On this day, the sea was a deeper blue. It mirrored the cloudless sky that stretched westward toward an infinite horizon. Somewhere on the other side of the sea was Italy. Ironically, Italy was an afterthought when compared to the spectacle of mountains, islands and sea spray that could be seen on the islands throughout this journey. If only people knew what they were missing, Croatia would be packed with even greater number of tourists. On second thought, I am glad that many still overlook Croatia. The coast was already packed to near capacity prior to the pandemic. I am sure the same will be true when the pandemic subsides. About the only desirable result of such a trend from my point of view, would be a possible uptick in long distance ferries plying the eastern Adriatic. It took a stroke of luck just to find this one. Amid a pandemic one has to take whatever is available. In this case, that meant a Split to Dubrovnik journey that turned into a blissful island hopping trip on a near perfect travel day.

Port of call – Coming into the Hvar on the Split to Dubrovnik ferry

Beautiful Glances – Seduction In Progress
The only criticism I could make of travel on this ferry was that large portions of the windows were covered with droplets of water. It disappointed those of us looking to take snapshots of the scenery. That was something of a shame because the vistas unfolding before my eyes on this route were stunning in the extreme. Towering mountains, lush hillsides, thick forests, and quaint villages that sidled up to the sea. All these views were on offer while the ferry smoothly skimmed across the surface of the water. I got so lost in the enchanting scenes being constantly revealed to me on this waterborne adventure that time did not exist for much of the journey. I marked this journey by the islands the ferry made short stops at along the way. These would prove to be memorable despite, or perhaps because of their brevity. Island hopping in this case was like having beauty just beyond reach. It was seduction in progress. Offering the thought of what might have been or what still could be.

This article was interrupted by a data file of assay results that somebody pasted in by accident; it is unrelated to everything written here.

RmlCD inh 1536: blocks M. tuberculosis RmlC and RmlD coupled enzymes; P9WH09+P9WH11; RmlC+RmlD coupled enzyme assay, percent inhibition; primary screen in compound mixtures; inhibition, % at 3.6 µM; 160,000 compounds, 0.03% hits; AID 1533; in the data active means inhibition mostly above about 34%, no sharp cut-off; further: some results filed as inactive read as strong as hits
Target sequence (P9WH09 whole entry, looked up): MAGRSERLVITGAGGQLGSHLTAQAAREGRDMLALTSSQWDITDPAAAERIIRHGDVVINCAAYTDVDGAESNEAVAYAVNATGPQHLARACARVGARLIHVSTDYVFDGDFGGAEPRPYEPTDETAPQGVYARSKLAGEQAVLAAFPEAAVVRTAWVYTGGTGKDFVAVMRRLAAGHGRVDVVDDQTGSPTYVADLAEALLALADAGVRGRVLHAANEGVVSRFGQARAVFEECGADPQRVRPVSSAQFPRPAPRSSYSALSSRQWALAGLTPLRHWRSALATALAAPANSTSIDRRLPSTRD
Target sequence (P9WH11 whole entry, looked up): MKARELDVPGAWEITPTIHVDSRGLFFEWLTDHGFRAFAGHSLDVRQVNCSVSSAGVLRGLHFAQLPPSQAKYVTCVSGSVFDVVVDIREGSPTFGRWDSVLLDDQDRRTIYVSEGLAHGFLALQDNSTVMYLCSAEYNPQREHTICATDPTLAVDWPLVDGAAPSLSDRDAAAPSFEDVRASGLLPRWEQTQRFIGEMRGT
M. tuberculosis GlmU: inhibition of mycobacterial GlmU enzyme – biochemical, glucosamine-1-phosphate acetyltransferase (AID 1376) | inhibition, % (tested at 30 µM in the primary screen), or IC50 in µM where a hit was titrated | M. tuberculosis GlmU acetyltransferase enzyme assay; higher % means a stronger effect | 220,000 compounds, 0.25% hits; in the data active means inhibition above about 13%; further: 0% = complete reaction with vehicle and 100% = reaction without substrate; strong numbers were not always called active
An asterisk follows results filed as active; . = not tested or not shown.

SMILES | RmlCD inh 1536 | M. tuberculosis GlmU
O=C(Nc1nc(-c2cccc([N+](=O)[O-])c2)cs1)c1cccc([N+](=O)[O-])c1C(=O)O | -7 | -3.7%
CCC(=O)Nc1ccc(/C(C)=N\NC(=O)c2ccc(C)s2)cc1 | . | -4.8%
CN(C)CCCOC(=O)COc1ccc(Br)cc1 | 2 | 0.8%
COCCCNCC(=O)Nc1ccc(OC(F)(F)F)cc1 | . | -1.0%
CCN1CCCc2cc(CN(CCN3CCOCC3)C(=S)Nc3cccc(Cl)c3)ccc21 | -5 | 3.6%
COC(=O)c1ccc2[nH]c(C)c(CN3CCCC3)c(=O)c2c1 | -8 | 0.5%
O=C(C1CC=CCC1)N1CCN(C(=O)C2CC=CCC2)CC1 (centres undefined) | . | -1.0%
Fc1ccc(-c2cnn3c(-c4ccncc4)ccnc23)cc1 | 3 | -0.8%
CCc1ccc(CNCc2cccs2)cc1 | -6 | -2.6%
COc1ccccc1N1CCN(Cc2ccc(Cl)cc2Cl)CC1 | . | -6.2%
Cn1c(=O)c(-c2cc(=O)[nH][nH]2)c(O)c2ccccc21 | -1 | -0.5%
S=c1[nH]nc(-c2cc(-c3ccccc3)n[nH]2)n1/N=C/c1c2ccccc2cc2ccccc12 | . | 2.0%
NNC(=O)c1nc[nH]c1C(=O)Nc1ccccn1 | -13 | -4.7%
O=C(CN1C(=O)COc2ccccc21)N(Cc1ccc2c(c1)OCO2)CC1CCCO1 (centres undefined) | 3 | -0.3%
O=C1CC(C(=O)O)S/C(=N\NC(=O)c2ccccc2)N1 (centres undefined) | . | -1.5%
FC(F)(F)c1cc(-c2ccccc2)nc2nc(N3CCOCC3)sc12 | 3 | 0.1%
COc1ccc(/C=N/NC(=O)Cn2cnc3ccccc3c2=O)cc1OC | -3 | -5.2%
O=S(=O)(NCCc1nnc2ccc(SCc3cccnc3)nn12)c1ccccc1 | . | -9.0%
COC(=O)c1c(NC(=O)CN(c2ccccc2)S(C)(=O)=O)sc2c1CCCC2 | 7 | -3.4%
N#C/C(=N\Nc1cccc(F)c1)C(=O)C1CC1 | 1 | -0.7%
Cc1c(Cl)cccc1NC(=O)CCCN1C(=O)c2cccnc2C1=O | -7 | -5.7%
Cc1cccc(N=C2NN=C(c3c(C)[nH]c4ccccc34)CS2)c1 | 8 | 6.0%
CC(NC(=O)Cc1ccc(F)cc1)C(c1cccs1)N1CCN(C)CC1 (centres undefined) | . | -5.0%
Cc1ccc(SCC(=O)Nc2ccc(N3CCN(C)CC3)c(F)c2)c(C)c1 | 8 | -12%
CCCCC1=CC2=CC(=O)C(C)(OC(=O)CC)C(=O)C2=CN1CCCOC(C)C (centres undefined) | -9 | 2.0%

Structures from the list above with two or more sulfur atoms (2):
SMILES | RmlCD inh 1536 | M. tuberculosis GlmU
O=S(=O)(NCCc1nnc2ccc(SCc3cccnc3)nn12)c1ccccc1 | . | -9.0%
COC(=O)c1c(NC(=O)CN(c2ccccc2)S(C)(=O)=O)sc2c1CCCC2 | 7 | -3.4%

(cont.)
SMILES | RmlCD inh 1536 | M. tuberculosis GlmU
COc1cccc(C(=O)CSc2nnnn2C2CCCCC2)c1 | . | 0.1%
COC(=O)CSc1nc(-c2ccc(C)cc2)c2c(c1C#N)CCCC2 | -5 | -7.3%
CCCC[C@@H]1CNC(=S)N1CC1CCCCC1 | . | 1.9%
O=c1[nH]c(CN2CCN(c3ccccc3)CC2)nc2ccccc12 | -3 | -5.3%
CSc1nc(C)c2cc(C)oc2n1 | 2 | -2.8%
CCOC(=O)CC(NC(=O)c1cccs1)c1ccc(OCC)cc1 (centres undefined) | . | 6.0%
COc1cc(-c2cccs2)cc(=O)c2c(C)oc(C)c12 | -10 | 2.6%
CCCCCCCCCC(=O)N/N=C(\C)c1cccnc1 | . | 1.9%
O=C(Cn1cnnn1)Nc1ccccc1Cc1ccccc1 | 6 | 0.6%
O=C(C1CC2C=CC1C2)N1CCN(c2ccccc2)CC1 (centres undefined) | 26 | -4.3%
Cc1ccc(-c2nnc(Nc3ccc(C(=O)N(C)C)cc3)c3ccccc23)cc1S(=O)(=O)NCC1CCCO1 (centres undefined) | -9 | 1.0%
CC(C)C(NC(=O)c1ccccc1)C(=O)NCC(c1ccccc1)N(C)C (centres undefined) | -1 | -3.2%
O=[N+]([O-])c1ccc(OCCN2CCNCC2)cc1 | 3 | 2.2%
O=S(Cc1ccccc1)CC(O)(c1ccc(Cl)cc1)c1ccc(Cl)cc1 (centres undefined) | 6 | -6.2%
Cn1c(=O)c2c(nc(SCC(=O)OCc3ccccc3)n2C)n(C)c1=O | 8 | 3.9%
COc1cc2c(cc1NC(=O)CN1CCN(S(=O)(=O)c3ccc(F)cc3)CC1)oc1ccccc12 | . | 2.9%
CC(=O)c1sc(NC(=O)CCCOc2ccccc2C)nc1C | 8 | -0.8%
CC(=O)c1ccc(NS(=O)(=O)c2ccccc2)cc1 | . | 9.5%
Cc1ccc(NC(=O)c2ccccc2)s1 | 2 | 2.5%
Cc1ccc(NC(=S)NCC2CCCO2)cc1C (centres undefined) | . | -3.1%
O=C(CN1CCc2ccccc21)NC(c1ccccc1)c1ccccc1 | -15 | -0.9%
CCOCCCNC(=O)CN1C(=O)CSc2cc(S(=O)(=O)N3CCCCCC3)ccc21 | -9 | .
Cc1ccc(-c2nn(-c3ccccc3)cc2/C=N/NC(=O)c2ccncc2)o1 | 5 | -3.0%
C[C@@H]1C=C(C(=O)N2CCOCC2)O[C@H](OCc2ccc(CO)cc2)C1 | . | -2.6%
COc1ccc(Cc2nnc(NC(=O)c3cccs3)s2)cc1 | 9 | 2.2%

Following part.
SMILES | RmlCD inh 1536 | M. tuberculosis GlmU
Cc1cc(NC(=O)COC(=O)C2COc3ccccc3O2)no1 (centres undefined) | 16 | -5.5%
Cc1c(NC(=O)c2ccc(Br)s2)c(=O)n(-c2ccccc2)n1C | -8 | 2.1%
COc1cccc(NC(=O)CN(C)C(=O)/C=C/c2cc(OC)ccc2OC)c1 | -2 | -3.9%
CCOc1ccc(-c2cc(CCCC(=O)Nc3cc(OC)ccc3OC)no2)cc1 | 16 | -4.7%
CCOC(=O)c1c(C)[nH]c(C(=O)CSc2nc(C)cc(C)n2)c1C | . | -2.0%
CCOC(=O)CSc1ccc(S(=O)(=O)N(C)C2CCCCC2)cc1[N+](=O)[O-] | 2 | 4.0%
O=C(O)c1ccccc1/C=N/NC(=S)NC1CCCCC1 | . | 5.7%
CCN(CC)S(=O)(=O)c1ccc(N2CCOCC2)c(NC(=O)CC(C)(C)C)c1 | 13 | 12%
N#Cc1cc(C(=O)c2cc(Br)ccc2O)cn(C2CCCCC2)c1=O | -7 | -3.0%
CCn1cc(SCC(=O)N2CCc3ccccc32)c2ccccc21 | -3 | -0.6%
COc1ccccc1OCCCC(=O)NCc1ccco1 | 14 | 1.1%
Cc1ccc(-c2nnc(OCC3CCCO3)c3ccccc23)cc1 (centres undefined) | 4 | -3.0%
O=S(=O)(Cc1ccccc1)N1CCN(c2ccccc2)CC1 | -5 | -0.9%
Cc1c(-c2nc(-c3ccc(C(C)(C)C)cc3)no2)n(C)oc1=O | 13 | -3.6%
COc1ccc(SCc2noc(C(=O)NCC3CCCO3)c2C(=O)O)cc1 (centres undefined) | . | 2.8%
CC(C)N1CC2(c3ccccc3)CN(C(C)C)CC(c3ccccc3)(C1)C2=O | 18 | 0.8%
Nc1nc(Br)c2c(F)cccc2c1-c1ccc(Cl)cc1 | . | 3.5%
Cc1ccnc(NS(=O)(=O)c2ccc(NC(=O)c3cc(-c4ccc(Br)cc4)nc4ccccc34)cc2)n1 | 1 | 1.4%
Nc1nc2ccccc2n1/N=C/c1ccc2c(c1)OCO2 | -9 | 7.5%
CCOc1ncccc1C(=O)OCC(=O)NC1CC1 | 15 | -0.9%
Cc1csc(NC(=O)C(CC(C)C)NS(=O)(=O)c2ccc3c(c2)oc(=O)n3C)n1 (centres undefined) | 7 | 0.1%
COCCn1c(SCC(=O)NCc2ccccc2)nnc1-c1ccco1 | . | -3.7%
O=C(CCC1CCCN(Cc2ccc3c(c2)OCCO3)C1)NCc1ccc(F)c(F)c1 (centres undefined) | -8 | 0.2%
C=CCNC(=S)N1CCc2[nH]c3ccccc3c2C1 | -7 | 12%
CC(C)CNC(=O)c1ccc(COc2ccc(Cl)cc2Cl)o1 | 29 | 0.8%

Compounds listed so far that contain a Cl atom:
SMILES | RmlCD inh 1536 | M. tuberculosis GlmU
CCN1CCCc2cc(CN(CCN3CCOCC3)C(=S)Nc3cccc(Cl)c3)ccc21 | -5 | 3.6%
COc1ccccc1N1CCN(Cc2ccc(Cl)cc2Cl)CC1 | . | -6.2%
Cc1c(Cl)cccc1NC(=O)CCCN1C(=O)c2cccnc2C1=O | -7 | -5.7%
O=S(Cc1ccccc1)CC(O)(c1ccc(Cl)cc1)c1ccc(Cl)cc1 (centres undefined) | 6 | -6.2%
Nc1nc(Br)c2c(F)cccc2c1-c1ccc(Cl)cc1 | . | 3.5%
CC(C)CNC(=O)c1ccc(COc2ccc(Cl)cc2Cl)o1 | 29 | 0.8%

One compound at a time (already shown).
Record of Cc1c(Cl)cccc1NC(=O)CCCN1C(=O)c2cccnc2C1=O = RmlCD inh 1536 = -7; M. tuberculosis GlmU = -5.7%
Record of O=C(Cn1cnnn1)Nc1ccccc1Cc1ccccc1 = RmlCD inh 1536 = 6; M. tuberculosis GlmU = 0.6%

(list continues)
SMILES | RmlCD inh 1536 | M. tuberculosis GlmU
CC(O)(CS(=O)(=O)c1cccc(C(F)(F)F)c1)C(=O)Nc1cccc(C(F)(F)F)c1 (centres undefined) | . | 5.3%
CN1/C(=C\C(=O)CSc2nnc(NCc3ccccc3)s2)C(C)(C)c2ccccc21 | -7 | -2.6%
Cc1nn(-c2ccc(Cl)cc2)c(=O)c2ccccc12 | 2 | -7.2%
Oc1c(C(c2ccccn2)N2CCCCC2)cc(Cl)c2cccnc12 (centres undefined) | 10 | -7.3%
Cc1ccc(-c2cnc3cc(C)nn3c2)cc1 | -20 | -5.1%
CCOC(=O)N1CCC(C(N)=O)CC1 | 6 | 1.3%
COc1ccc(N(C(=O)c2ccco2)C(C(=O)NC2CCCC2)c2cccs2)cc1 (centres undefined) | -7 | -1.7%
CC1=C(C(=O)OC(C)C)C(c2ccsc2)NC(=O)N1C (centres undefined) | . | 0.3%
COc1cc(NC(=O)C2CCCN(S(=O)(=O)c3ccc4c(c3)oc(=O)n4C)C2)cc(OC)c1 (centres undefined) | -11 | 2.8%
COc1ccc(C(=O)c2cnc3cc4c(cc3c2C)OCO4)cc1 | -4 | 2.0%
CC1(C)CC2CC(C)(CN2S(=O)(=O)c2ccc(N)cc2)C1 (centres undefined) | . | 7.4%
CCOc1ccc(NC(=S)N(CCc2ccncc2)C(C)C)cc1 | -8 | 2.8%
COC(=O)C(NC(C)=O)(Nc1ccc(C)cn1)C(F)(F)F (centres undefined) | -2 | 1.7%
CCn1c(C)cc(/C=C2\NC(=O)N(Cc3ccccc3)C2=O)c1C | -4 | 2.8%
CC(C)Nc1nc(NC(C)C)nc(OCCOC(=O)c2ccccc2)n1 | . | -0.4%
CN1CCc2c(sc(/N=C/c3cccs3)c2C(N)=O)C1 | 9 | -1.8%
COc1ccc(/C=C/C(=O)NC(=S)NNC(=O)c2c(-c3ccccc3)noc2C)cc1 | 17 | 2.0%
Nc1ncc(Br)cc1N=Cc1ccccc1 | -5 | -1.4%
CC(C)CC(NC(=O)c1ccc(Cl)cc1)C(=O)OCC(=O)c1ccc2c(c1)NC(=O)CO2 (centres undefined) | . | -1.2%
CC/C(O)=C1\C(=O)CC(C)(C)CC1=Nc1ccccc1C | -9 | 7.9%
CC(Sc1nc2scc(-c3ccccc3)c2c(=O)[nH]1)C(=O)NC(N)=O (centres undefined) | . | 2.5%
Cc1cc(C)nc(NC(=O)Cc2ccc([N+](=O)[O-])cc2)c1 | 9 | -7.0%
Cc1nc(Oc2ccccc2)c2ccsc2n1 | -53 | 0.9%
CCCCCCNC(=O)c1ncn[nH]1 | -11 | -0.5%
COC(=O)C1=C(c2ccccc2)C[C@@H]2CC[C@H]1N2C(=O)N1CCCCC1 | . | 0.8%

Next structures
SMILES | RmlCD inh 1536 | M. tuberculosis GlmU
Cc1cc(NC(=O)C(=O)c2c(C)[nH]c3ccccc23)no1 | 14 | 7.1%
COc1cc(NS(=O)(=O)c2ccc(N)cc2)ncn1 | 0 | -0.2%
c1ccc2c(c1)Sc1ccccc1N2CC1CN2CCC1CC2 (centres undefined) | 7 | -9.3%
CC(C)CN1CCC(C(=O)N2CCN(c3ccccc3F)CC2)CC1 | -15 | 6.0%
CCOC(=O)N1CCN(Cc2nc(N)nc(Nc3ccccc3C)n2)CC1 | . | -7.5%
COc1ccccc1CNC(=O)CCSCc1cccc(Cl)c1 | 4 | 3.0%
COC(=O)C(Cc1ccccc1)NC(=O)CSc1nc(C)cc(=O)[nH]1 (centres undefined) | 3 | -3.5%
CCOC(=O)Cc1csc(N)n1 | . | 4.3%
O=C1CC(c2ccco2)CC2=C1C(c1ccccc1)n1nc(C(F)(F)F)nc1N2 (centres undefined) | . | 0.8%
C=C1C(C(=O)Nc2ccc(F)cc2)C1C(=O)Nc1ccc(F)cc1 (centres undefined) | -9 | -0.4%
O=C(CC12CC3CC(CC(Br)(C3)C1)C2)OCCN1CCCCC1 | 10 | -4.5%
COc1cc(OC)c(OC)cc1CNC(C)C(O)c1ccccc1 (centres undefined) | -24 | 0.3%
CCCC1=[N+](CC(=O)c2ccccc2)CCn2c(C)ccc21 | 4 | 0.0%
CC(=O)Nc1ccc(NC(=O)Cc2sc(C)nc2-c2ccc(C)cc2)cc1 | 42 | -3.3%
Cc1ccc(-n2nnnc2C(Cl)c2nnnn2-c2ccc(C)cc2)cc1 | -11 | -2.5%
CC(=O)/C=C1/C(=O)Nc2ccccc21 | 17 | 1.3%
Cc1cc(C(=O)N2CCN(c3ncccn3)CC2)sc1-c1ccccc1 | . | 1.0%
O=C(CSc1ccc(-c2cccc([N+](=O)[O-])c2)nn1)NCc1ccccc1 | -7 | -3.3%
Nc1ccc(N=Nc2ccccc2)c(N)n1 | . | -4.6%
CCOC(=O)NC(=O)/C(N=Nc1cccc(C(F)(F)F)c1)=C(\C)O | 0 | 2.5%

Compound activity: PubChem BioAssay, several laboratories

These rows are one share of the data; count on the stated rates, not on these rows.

Click here for: Discovering Distant Shores – Brac: Land of Stone (Traveling The Croatian Coastline #58)


Early Arrivals – Ferry At Split: Kinetic Intellects & Kindred Spirits (Traveling The Croatian Coastline #56)

The hour finally arrived when the long awaited ferry ride would take place. Despite yet another perspiration inducing death march beneath the blazing sun, this time along the waterfront to Split’s ferry terminal, I could barely disguise my excitement at finally getting an opportunity to spend five hours sailing southward along the Adriatic. The voyage would provide an opportunity to view some of the Dalmatian Coast’s most stunning scenery. An added inducement was that we would pull into several of Croatia’s most famous islands along the way. My excitement was as much a product of avoiding another long bus journey, as it was the opportunity to ride the waves southward in the shadow of towering mountains and jagged stretches of coastline. I had high hopes for what would be my first long ferry journey on the Adriatic.